10/04/2010 - 4:09pm

Despite long hours of travel to get to Washington, UAW members showed up in the thousands to support the march's goals. Photo by Susan Kramer.Despite long hours of travel to get to Washington, UAW members showed up in the thousands to support the march's goals. Photo by Susan Kramer.


“The voices of division will try to divide us by race, gender, age and other ways. Those rallying here today are leading us on a path of community, of compassion and common humanity.” That’s what UAW President Bob King told almost 200,000 marchers from more than 300 unions and progressive organizations at the “One Nation Working Together” rally.


10/04/2010 - 4:03pm

On September 24, the FBI raided the homes of anti-war activists in Chicago and Minneapolis, removing computers, cell phones, boxes of papers, posters, children’s art and more. They claim they were investigating “material support for terrorism.” More than a dozen federal warrants were served in four states calling people to testify at a Grand Jury this week. On September 27, NWU President Larry Goldbetter issued the following statement which was read by NWU members at a rally protesting the raids in front of FBI headquarters in Chicago. He and other NWU members joined a similar rally in NY on September 28.

 

10/01/2010 - 11:46am

In its press release, the European Federation of Journalists demands that journalists currently in jail in Turkey must be set free immediately if the movement towards key changes in the country’s constitution is to deliver promises of democracy and freedom.

The EFJ has joined its affiliate, the Turkish Journalists Union (TGS), in a call for the immediate and unconditional release of more than 40 journalists jailed in Turkey who they say are in prison for nothing more than doing their job.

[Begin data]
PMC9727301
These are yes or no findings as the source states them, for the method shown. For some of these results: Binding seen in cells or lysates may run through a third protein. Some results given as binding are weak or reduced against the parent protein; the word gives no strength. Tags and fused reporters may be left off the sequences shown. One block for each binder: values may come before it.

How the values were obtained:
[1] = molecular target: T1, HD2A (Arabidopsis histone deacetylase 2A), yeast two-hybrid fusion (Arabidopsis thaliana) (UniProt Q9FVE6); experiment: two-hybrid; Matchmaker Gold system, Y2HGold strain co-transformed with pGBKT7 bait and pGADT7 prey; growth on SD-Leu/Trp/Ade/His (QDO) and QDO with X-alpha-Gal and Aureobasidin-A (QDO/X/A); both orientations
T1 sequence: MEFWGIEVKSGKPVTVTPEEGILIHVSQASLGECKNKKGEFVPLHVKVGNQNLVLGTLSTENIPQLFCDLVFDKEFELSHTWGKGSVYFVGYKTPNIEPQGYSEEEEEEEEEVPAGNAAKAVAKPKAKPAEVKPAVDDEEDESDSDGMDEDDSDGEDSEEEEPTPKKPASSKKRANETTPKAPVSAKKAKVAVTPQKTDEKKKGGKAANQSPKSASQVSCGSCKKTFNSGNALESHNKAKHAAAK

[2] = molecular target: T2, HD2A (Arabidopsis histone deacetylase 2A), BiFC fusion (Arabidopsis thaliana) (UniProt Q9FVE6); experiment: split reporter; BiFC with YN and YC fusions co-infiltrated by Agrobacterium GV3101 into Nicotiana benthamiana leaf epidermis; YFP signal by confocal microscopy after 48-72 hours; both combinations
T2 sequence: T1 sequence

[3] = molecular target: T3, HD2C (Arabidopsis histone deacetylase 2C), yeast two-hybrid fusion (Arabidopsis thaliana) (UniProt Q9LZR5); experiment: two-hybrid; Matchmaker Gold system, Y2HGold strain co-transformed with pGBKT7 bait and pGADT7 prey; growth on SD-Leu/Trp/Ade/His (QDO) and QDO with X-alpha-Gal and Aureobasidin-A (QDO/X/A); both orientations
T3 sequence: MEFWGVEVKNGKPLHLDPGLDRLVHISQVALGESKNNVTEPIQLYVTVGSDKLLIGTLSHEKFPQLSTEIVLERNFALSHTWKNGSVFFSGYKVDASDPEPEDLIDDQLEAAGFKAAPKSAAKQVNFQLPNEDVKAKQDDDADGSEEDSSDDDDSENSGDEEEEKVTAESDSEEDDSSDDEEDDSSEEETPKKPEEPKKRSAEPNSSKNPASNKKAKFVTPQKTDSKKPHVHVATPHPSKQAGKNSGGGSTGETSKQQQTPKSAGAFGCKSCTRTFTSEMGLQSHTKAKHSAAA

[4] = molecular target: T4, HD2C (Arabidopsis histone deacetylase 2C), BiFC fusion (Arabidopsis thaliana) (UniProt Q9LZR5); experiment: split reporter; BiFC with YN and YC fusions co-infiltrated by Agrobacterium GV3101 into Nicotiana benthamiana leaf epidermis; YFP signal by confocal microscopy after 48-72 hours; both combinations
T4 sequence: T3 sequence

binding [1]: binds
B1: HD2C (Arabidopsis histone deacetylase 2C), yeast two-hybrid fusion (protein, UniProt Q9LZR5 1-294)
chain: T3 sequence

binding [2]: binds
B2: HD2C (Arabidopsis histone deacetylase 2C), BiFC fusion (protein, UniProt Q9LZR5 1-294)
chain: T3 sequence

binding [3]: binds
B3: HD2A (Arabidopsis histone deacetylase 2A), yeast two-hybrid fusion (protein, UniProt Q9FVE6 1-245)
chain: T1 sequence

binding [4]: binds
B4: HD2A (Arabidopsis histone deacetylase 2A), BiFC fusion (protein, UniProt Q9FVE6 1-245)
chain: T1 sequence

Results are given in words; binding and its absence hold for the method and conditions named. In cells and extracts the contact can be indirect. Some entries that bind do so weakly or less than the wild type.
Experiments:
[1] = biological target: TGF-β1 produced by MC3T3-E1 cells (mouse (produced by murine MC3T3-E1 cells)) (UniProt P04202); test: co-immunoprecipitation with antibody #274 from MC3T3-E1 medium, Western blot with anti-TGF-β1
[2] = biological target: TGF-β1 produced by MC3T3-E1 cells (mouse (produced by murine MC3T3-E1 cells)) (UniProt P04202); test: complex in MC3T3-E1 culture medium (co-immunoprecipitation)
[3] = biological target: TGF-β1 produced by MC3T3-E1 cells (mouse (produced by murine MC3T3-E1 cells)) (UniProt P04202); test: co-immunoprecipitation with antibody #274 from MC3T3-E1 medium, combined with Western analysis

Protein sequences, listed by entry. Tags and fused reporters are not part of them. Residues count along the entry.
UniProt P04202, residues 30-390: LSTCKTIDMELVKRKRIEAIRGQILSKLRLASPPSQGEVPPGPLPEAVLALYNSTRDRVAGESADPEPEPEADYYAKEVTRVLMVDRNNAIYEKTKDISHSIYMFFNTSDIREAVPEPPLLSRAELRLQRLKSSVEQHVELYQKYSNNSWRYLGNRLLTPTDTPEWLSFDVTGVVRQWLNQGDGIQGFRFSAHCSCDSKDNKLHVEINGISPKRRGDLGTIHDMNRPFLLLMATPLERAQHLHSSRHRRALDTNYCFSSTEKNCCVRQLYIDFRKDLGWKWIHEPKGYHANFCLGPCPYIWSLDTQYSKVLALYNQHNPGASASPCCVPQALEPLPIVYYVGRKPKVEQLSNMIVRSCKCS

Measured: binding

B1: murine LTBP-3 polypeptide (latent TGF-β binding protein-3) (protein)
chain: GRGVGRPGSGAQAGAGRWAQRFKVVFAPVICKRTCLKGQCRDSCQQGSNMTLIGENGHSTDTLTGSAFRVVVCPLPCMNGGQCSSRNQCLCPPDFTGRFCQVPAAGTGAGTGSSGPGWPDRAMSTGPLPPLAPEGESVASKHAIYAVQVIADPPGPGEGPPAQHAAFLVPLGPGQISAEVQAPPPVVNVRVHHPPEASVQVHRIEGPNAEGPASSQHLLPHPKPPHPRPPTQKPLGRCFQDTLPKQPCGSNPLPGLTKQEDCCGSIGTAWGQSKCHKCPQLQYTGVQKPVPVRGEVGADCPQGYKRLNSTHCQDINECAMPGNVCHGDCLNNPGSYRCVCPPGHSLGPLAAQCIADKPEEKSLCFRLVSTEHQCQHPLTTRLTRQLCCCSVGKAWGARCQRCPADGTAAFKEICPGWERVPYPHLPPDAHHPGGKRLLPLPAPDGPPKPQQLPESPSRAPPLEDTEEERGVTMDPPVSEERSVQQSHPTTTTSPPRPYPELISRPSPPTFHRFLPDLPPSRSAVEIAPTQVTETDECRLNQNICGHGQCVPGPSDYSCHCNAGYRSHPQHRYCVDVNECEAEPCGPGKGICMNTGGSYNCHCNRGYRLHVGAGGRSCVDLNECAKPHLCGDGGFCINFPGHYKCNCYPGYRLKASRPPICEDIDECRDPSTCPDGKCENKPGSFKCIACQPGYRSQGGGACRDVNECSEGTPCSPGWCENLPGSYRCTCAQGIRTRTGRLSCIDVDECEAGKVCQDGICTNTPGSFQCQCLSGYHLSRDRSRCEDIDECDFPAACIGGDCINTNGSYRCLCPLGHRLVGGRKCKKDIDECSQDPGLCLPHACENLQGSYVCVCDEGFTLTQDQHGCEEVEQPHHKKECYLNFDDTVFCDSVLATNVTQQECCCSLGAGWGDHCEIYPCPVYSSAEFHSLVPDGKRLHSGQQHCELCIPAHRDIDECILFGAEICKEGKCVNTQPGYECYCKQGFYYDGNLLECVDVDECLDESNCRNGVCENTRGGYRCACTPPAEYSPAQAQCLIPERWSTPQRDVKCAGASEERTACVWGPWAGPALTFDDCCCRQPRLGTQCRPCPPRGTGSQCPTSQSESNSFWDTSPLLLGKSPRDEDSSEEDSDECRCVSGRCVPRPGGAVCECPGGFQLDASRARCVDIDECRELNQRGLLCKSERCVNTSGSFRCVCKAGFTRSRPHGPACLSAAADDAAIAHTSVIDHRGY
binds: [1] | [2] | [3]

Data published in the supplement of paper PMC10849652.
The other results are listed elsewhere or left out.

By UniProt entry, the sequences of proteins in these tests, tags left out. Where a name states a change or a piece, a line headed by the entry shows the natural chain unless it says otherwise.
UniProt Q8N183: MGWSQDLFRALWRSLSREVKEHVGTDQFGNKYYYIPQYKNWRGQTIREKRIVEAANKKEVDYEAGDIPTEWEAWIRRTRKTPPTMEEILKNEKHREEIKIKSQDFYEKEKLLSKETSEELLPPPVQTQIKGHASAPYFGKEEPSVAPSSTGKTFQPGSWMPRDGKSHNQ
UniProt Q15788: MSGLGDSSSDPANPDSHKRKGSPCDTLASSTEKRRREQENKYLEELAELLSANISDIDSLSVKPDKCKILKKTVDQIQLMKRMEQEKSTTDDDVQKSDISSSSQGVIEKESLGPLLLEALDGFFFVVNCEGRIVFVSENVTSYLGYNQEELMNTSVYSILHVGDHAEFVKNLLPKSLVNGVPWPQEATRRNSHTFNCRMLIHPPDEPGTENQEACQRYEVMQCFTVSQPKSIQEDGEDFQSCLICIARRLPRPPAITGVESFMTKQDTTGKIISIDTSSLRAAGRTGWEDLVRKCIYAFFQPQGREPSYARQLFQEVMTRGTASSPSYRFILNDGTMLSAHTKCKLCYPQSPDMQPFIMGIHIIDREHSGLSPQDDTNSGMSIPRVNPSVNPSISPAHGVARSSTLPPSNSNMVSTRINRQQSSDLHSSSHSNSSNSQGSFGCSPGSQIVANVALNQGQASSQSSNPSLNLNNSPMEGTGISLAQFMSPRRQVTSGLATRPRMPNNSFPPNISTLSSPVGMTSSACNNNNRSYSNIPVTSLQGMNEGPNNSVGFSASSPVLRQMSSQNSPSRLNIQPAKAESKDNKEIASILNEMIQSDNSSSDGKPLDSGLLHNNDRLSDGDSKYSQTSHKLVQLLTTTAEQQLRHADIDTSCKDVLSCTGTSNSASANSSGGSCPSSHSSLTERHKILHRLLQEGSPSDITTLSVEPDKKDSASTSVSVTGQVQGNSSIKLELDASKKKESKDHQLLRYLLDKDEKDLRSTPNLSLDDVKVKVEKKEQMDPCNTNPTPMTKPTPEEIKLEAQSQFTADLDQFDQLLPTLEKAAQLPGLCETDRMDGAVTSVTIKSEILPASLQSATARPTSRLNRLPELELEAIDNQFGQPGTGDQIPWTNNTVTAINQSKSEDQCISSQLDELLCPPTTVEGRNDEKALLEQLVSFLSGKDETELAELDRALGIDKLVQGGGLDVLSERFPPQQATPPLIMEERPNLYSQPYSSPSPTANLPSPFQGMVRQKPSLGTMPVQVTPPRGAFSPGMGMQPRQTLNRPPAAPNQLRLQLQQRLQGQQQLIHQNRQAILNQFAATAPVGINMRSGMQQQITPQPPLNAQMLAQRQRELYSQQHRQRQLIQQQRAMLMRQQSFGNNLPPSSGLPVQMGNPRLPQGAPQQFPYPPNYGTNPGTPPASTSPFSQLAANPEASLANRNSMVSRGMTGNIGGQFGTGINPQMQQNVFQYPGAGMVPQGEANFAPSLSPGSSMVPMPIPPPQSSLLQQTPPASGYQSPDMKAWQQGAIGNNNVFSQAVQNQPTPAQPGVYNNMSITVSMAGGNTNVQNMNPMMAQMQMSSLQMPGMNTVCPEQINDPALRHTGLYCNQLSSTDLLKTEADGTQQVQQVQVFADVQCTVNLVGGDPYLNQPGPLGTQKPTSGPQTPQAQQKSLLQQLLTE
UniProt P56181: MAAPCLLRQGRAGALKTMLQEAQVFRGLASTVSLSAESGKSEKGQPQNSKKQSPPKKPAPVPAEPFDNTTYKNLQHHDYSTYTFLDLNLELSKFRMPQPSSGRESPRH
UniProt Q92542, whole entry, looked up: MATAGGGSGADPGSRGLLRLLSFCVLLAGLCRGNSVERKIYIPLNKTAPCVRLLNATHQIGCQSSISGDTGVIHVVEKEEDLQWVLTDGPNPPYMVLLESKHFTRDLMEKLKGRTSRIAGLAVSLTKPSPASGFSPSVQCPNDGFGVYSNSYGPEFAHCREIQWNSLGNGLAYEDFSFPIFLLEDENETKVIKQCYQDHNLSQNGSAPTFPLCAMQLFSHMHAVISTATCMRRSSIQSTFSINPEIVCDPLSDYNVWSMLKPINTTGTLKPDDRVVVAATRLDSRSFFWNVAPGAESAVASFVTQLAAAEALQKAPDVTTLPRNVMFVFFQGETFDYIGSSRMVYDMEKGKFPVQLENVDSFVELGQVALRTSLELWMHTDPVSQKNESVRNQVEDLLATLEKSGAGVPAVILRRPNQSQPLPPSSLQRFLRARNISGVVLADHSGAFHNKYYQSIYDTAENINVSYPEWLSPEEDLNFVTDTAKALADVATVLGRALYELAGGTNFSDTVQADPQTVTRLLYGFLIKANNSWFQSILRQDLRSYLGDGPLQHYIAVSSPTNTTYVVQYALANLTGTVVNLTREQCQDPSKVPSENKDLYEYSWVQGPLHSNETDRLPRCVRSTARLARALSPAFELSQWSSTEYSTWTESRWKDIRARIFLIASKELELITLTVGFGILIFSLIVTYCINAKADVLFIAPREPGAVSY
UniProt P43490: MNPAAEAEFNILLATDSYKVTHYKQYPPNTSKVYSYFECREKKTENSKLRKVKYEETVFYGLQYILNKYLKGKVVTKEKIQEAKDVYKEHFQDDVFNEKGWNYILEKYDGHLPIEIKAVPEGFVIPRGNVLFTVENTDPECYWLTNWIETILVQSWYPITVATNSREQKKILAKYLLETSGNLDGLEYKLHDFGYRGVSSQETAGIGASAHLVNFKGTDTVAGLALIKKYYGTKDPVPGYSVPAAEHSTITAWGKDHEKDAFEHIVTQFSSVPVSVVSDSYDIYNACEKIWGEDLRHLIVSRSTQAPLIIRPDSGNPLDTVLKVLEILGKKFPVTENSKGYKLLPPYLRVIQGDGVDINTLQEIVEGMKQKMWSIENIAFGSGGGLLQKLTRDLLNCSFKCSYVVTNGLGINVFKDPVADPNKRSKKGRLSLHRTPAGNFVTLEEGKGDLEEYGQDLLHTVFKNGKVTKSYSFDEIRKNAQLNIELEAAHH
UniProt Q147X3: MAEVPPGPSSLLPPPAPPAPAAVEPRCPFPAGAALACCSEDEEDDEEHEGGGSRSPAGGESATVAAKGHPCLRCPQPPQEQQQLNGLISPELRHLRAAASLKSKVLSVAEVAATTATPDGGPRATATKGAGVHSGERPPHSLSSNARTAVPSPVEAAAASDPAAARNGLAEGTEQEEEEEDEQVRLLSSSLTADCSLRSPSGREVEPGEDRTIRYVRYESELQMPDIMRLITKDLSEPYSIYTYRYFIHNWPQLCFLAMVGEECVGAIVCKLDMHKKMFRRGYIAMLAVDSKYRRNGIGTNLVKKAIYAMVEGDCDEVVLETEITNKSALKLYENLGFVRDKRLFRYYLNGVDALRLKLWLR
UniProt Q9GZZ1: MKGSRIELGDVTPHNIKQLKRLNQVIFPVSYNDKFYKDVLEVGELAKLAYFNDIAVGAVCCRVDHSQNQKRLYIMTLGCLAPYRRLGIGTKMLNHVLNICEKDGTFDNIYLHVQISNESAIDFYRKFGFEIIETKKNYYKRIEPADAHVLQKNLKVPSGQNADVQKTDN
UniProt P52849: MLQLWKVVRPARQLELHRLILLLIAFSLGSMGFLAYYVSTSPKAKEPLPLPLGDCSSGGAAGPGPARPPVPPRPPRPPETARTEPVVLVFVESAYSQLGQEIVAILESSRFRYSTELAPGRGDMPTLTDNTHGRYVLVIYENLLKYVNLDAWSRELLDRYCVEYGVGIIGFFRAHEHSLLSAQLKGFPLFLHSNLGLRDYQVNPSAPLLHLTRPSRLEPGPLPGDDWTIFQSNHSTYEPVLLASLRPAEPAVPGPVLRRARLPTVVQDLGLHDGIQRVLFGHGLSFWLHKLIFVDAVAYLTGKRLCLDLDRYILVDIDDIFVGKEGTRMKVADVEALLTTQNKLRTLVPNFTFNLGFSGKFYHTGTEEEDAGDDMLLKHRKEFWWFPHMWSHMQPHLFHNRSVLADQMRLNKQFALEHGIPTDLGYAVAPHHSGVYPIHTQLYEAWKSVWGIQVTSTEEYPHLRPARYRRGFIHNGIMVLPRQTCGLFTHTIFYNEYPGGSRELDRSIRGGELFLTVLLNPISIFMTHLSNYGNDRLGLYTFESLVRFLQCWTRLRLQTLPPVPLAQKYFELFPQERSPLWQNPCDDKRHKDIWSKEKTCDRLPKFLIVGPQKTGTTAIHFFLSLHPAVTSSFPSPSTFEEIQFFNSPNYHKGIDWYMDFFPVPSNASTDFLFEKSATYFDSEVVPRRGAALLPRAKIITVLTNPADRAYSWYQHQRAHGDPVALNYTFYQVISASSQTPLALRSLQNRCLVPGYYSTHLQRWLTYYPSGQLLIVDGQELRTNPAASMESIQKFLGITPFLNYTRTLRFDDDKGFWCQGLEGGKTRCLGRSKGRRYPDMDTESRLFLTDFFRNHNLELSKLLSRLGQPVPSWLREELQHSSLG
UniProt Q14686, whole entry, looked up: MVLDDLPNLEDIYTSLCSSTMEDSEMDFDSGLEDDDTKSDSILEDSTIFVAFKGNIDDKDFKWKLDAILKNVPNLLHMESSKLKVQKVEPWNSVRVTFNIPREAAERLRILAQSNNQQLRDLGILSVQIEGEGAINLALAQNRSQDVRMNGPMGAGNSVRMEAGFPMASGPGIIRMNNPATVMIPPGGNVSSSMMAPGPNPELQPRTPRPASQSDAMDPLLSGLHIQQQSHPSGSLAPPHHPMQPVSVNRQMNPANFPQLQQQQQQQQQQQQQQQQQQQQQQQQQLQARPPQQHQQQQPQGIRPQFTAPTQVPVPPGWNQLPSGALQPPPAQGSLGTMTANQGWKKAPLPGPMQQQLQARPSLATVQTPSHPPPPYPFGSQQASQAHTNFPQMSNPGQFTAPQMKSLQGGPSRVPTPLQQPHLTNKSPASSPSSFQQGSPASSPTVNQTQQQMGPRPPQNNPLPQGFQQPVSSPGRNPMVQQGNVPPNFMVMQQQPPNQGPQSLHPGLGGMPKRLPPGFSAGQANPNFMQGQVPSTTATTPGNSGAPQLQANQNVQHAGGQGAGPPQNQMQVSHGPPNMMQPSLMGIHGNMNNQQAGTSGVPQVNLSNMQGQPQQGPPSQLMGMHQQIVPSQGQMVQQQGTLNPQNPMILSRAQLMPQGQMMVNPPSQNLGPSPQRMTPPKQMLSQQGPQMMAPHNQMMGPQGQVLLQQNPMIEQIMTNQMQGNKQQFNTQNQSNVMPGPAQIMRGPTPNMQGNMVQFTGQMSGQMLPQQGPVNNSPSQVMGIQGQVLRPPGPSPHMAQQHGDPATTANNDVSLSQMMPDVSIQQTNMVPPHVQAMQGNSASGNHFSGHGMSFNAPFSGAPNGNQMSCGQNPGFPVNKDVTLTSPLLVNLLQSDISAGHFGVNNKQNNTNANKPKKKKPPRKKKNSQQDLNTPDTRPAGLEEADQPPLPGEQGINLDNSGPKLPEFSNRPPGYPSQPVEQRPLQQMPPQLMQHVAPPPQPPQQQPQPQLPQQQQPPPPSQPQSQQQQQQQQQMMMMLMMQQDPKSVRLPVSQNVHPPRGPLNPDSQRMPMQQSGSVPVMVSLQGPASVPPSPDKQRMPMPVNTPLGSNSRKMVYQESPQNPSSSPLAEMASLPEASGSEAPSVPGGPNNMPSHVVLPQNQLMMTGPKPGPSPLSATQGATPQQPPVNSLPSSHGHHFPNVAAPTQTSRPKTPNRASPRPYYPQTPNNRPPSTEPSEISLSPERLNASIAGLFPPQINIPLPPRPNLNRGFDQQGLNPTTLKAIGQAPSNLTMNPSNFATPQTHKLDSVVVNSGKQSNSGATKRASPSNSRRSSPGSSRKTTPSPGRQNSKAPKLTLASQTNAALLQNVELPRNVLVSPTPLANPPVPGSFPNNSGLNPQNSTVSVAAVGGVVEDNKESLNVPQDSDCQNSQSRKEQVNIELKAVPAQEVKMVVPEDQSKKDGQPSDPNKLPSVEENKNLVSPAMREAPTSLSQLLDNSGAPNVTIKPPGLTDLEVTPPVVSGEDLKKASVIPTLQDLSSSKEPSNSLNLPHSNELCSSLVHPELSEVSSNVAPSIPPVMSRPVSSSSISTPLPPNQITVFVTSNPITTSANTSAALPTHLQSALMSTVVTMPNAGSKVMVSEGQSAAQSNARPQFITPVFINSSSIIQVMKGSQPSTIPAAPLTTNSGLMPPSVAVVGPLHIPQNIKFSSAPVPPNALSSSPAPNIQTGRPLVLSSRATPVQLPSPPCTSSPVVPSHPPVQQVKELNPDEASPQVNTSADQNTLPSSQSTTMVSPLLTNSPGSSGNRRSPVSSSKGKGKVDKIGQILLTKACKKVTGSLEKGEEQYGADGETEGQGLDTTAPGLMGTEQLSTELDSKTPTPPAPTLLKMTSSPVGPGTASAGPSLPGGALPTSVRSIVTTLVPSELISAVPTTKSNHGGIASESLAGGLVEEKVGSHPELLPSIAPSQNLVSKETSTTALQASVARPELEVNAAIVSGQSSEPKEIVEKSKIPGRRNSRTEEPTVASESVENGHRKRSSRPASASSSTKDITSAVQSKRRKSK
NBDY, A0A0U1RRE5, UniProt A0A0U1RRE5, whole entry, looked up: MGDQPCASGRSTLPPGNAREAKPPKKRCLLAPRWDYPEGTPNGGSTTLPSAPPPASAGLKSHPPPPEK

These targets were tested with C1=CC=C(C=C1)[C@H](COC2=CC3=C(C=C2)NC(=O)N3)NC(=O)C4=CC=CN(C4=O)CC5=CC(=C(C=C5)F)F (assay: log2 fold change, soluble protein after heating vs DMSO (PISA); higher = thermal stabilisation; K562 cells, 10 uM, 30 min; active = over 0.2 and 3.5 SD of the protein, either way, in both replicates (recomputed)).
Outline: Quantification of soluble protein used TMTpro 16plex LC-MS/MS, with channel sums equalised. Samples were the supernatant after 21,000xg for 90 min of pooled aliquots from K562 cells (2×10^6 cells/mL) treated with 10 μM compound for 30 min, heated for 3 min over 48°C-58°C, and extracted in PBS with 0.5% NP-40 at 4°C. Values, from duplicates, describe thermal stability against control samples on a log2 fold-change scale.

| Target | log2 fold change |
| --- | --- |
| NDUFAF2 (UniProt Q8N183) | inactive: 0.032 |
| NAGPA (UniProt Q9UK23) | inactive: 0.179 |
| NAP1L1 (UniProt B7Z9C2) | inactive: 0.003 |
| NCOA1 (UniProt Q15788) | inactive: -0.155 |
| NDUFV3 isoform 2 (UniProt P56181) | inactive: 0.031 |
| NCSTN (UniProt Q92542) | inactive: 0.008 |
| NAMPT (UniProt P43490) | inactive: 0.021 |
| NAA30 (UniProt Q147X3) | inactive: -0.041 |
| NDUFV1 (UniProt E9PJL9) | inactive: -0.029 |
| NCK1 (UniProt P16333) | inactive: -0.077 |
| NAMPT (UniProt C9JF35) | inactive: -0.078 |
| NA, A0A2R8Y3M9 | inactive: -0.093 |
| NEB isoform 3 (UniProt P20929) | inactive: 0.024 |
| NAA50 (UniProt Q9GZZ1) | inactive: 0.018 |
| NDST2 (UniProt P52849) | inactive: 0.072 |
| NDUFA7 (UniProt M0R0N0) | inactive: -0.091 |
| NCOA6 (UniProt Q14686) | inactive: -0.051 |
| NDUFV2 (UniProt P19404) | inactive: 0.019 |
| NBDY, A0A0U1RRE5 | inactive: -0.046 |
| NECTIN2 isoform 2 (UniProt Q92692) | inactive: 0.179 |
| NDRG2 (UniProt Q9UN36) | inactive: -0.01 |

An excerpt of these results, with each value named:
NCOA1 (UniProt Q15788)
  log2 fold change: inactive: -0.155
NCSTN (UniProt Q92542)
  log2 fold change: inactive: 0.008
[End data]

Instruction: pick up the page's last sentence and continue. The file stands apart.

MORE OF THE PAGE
09/12/2010 - 3:49pm

Crain’s new york business.com reported that freelance workers in NY state are owed more than $4.7 billion in lost wages. The article (http://www.crainsnewyork.com/article/20100829/SMALLBIZ/308299994) sited a study by a Rutgers University economist that “shows that 42% of nearly 900,000 independent workers in New York State reported having trouble collecting payment for their labors last year.”

08/23/2010 - 8:18pm

Lee Lockwood (1932-2010), a photojournalist who made his name with influential 1960s articles about Fidel Castro and an American prisoner of war in North Vietnam, was a member of the National Writers Union from 1989 until he retired in 2006. He died on July 31 of complications from diabetes.

Lee Lockwood (1932-2010), a photojournalist who made his name with influential 1960s articles about Fidel Castro and an American prisoner of war in North Vietnam, was a member of the National Writers Union from 1989 until he retired in 2006. He died on July 31 of complications from diabetes.

According to an obituary in the August 7 New York Times, Lockwood viewed his work as a photojournalist as an instrument of social change. A freelancer, he was associated for many years with the Black Star Agency, which sent his work to newspapers and magazines around the world.

Lockwood also wrote books. His most famous, Castro’s Cuba, Cuba’s Castro: An American Journalist’s Inside Look at Today’s Cuba in Text and Pictures (Macmillian, 1967), was based on a week-long, smoke-filled interview for Playboy in 1965. The book covered a wide range of topics, from Marxism, the Cuban missile crisis, and American race relations to sex and prostitution. Lockwood explained in the introduction why he wrote the book: “We don’t like Castro, so we close our eyes and hold our ears, Yet if he is really our enemy, as dangerous to us as we are told he is, then we ought to know as much about him as possible.”